Film / The Body Snatcher

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Dr. MacFarlane: What is Gray to me? He's a man from whom I buy what I need when I need it. The rest is forgotten.
Meg Camden: You may deny him, Toddy, but you'll not rid yourself of him by saying the devil's dead.

Loosely based on the short story of the same name by Robert Louis Stevenson (which you can read here for comparison), The Body Snatcher is a 1945 horror film directed by Robert Wise, and produced by Val Lewton. It is notable for being the last film to have both Boris Karloff and Bela Lugosi together.

Set in Scotland in 1831, the story opens up on an aspiring young man, Donald Fettes, who is training to be a doctor under one Dr. Wolfe "Toddy" MacFarlane. However, Dr. MacFarlane's dirty secret is he has hired a cabman, John Gray, to dig up bodies as specimens for dissection. Soon, the doctor starts to get blackmailed by his worker, who in turn began murdering to provide fresher bodies.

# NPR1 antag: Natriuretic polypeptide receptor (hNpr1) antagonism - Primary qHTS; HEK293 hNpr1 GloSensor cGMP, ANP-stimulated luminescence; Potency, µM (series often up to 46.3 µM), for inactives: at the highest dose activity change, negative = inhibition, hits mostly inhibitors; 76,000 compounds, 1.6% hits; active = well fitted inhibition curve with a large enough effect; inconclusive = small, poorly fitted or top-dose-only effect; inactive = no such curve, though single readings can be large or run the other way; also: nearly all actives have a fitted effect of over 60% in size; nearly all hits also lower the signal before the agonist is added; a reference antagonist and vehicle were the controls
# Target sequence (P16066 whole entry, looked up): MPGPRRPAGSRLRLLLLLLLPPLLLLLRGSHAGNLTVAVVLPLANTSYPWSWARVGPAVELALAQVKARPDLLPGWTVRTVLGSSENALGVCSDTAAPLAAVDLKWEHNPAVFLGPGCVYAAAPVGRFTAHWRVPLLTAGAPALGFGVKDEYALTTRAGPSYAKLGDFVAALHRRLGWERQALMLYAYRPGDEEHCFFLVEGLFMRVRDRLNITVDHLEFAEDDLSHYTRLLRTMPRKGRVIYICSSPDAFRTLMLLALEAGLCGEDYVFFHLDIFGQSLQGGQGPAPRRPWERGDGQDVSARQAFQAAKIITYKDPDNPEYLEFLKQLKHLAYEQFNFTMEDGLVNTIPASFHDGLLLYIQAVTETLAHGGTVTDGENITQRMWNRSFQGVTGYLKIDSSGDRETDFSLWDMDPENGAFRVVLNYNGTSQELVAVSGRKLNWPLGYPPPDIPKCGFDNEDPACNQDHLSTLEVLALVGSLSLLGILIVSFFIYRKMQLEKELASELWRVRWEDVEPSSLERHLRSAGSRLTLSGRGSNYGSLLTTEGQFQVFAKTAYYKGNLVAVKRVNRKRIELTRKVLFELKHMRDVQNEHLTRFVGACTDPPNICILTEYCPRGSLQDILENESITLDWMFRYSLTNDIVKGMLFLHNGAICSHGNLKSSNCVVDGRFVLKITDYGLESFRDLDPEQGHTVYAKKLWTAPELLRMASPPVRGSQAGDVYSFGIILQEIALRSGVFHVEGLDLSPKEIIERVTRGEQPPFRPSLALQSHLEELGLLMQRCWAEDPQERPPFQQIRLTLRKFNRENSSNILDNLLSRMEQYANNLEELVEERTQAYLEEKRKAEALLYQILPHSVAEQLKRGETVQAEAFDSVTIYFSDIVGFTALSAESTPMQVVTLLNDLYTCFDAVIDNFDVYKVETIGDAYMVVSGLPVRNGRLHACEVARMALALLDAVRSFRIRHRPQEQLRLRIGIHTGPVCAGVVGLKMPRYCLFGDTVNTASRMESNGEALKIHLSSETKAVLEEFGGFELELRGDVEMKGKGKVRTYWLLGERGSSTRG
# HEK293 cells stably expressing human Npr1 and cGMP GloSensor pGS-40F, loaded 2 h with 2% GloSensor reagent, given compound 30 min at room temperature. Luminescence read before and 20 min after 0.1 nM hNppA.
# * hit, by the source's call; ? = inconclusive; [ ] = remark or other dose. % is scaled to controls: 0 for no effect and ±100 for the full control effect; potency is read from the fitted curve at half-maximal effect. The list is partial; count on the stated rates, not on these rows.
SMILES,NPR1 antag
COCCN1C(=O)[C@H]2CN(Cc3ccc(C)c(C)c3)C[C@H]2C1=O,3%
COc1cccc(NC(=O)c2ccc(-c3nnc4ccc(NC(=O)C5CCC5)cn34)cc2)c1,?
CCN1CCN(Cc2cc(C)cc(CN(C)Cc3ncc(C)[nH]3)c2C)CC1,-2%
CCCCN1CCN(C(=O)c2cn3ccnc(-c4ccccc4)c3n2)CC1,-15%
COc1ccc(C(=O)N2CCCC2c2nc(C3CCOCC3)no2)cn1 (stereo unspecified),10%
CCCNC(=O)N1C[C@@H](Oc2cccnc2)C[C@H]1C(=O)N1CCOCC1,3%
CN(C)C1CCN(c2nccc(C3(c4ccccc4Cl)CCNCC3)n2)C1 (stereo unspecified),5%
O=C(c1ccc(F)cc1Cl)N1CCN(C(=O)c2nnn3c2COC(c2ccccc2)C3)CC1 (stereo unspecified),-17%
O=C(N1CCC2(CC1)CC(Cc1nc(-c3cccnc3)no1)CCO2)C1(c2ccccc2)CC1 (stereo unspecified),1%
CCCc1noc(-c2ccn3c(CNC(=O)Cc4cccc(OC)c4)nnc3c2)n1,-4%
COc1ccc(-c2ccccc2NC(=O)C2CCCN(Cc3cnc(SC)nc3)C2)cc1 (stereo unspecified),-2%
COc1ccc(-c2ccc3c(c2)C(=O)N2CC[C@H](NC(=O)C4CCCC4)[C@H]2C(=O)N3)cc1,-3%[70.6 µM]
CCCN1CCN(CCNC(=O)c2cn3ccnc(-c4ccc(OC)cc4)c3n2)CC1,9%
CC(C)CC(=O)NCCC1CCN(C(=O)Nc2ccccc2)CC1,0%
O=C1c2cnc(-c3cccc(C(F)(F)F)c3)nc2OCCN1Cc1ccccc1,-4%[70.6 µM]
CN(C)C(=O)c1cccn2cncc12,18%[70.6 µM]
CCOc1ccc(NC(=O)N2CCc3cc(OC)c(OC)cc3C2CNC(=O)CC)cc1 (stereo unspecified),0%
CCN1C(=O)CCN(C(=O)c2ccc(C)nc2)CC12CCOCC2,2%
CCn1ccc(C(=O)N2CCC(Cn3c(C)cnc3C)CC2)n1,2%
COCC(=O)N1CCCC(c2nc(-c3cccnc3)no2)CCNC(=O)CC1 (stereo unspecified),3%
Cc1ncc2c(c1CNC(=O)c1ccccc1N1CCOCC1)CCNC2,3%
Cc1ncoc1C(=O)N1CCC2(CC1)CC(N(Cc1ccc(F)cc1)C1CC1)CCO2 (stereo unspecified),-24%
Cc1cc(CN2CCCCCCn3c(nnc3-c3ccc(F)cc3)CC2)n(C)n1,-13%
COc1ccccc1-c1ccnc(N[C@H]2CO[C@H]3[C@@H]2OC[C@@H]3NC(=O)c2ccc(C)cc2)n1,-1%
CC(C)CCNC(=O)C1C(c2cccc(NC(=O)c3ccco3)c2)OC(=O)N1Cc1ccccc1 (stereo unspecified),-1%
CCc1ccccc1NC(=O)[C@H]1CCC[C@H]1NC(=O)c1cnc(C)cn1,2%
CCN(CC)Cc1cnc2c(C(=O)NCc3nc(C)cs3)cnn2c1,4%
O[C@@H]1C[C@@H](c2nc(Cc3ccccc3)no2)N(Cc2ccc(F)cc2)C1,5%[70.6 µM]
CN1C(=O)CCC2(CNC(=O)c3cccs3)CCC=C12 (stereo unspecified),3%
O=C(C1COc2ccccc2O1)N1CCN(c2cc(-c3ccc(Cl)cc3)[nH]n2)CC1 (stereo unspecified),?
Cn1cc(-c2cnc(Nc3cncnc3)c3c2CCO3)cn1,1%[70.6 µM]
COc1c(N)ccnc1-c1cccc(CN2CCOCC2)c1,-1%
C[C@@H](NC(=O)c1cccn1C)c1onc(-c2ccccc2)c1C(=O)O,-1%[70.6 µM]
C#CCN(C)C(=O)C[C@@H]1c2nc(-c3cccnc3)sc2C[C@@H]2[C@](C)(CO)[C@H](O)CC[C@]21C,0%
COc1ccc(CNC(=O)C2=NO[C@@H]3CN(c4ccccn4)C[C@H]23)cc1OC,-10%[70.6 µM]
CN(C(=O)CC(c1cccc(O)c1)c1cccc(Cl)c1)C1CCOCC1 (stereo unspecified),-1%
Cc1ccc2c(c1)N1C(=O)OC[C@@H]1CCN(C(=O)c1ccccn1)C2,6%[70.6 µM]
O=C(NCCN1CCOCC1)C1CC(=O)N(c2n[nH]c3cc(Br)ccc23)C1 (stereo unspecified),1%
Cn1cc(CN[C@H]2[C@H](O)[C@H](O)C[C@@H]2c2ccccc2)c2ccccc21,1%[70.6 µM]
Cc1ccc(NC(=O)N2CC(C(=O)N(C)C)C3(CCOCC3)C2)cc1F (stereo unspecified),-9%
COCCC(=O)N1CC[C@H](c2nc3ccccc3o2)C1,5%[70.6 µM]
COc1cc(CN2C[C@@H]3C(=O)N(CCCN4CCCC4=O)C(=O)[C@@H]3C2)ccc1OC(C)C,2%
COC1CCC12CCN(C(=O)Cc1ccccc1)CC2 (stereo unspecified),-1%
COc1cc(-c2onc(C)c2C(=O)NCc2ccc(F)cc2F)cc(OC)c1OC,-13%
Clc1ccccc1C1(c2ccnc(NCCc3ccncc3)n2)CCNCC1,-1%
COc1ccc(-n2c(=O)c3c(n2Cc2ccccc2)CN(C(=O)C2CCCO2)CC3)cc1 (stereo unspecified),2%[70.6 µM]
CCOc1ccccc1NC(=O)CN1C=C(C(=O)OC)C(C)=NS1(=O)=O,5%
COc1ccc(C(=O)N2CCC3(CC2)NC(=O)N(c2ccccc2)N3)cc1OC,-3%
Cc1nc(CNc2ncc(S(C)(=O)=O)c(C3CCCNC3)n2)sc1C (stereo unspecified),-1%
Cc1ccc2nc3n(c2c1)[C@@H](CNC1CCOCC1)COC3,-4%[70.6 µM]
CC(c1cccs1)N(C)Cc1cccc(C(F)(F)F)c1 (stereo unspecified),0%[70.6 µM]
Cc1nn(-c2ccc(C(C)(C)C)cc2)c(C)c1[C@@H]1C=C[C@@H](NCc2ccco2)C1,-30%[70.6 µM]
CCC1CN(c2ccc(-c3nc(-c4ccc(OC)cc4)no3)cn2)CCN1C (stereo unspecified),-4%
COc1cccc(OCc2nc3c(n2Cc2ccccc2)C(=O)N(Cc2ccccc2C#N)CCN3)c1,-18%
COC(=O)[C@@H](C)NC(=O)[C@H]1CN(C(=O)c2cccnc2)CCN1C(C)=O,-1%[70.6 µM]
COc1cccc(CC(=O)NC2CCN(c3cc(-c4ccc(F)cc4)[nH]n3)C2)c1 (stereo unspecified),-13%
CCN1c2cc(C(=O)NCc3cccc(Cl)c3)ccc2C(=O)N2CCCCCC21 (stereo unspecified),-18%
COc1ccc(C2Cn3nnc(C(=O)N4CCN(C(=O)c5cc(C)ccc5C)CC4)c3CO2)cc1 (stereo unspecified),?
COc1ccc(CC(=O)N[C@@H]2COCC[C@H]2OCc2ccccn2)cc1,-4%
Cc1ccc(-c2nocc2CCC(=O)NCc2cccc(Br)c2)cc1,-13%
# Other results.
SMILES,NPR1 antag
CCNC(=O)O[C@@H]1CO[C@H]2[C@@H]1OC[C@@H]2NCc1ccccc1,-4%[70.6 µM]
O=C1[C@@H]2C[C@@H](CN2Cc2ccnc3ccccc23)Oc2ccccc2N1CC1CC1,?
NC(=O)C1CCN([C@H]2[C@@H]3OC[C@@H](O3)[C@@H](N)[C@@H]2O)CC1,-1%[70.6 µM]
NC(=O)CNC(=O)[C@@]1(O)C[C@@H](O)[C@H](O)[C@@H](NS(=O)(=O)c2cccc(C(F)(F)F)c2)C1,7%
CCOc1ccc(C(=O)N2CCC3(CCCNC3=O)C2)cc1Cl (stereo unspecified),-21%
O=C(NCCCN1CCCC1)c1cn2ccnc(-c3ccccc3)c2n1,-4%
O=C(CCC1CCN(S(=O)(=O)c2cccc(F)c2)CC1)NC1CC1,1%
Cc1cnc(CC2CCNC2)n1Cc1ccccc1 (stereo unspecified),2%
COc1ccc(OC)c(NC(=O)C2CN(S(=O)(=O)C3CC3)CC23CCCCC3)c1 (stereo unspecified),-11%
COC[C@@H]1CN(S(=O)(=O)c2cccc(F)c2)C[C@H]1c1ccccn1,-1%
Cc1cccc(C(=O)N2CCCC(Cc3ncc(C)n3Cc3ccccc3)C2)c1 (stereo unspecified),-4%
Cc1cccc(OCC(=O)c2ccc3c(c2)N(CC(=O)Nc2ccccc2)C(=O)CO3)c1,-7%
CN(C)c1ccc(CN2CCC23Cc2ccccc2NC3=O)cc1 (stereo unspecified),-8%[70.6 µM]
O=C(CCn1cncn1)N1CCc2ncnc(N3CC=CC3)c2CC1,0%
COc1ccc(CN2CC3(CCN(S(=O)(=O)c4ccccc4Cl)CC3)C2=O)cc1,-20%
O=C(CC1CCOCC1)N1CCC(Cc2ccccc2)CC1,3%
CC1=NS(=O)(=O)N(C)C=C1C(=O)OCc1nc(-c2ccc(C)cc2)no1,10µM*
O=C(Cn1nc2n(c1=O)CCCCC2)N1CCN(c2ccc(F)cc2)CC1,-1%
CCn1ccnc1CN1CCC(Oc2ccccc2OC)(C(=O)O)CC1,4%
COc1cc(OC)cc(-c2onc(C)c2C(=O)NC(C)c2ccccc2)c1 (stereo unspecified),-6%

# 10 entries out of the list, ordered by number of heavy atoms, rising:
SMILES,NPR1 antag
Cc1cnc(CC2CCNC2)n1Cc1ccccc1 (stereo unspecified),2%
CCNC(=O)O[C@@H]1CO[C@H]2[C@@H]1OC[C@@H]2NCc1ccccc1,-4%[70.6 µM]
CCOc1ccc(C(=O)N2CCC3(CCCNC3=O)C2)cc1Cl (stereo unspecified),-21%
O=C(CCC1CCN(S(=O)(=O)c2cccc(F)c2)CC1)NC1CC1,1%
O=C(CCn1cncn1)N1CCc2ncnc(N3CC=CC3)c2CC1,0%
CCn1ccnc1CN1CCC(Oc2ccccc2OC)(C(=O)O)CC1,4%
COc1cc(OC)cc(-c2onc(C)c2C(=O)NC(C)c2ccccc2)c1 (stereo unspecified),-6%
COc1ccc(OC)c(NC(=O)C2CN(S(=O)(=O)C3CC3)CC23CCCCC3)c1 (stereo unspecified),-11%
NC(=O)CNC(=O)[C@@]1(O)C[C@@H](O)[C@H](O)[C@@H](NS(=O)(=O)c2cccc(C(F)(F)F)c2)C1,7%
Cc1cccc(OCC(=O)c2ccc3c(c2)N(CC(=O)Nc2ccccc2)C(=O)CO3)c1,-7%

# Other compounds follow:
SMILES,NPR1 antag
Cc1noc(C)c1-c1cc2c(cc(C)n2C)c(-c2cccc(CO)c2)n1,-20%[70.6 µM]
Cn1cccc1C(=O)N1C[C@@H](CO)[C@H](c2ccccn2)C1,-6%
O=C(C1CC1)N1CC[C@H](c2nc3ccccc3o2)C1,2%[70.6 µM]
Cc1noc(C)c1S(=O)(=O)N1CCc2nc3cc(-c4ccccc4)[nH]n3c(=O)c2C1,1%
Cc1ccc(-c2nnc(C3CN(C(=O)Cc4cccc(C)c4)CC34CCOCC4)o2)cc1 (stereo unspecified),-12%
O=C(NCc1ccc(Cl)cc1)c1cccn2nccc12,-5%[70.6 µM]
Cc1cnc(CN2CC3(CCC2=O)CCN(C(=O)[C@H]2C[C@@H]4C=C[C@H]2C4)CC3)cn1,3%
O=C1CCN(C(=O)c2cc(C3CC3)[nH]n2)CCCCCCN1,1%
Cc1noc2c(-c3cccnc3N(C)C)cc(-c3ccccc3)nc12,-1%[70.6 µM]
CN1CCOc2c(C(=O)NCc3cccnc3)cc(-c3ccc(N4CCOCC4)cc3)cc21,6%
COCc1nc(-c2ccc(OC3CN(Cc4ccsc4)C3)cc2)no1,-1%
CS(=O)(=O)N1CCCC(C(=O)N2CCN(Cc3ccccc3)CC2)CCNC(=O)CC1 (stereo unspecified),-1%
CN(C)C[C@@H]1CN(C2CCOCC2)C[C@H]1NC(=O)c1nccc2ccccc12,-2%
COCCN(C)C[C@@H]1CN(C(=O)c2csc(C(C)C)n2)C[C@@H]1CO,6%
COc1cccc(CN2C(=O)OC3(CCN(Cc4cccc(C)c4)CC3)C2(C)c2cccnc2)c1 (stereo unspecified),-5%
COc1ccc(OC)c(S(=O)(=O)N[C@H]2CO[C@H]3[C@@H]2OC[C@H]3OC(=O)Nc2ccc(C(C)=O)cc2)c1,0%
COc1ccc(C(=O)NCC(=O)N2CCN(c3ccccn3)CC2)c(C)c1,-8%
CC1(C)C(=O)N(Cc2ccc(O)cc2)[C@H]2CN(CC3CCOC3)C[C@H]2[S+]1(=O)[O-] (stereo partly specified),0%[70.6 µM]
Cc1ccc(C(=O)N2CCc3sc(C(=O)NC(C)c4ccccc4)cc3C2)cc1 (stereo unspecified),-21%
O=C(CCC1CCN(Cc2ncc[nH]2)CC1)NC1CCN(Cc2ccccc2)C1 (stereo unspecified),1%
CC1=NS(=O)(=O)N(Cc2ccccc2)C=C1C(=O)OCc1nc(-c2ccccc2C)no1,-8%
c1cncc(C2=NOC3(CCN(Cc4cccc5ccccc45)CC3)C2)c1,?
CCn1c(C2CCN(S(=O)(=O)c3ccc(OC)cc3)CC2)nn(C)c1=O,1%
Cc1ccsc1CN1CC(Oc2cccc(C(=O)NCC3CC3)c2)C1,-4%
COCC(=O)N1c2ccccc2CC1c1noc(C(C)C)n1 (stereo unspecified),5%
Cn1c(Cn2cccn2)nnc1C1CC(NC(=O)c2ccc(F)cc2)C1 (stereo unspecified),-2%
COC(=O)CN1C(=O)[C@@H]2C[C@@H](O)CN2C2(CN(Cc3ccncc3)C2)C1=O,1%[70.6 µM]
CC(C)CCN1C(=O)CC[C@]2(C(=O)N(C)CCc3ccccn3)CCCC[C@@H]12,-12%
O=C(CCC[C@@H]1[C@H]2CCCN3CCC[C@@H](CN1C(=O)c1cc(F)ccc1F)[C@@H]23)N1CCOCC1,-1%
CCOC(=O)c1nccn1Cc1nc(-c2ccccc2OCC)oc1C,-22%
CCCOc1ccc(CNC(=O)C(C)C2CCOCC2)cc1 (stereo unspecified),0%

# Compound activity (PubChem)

Lugosi, despite being billed second, has a fairly minor role as Joseph, the doctor's dimwitted servant. This was one of the last halfway decent acting parts for Lugosi, whose career by this time was on a long slide that ended with Ed Wood movies.

Not to be confused with the sci-fi movie Invasion of the Body Snatchers.


The film has the following tropes:

  • Shovel Strike: Gray kills a dog that's barking at him when he goes to a graveyard to do his trade.
  • Signature Sound Effect: The white horse's clip-clops.
  • Sound-Only Death: The street singer's death is signified by a sudden silence when Gray reaches her.
  • Well-Intentioned Extremist: MacFarlane's Motive Rant would indicate he's so devoted to his job (and advancing medical science) that he sees nothing wrong with stealing corpses. How much of this is sincere and how much simply self-justification is open to debate.

http://tvtropes.org/pmwiki/pmwiki.php/Film/TheBodySnatcher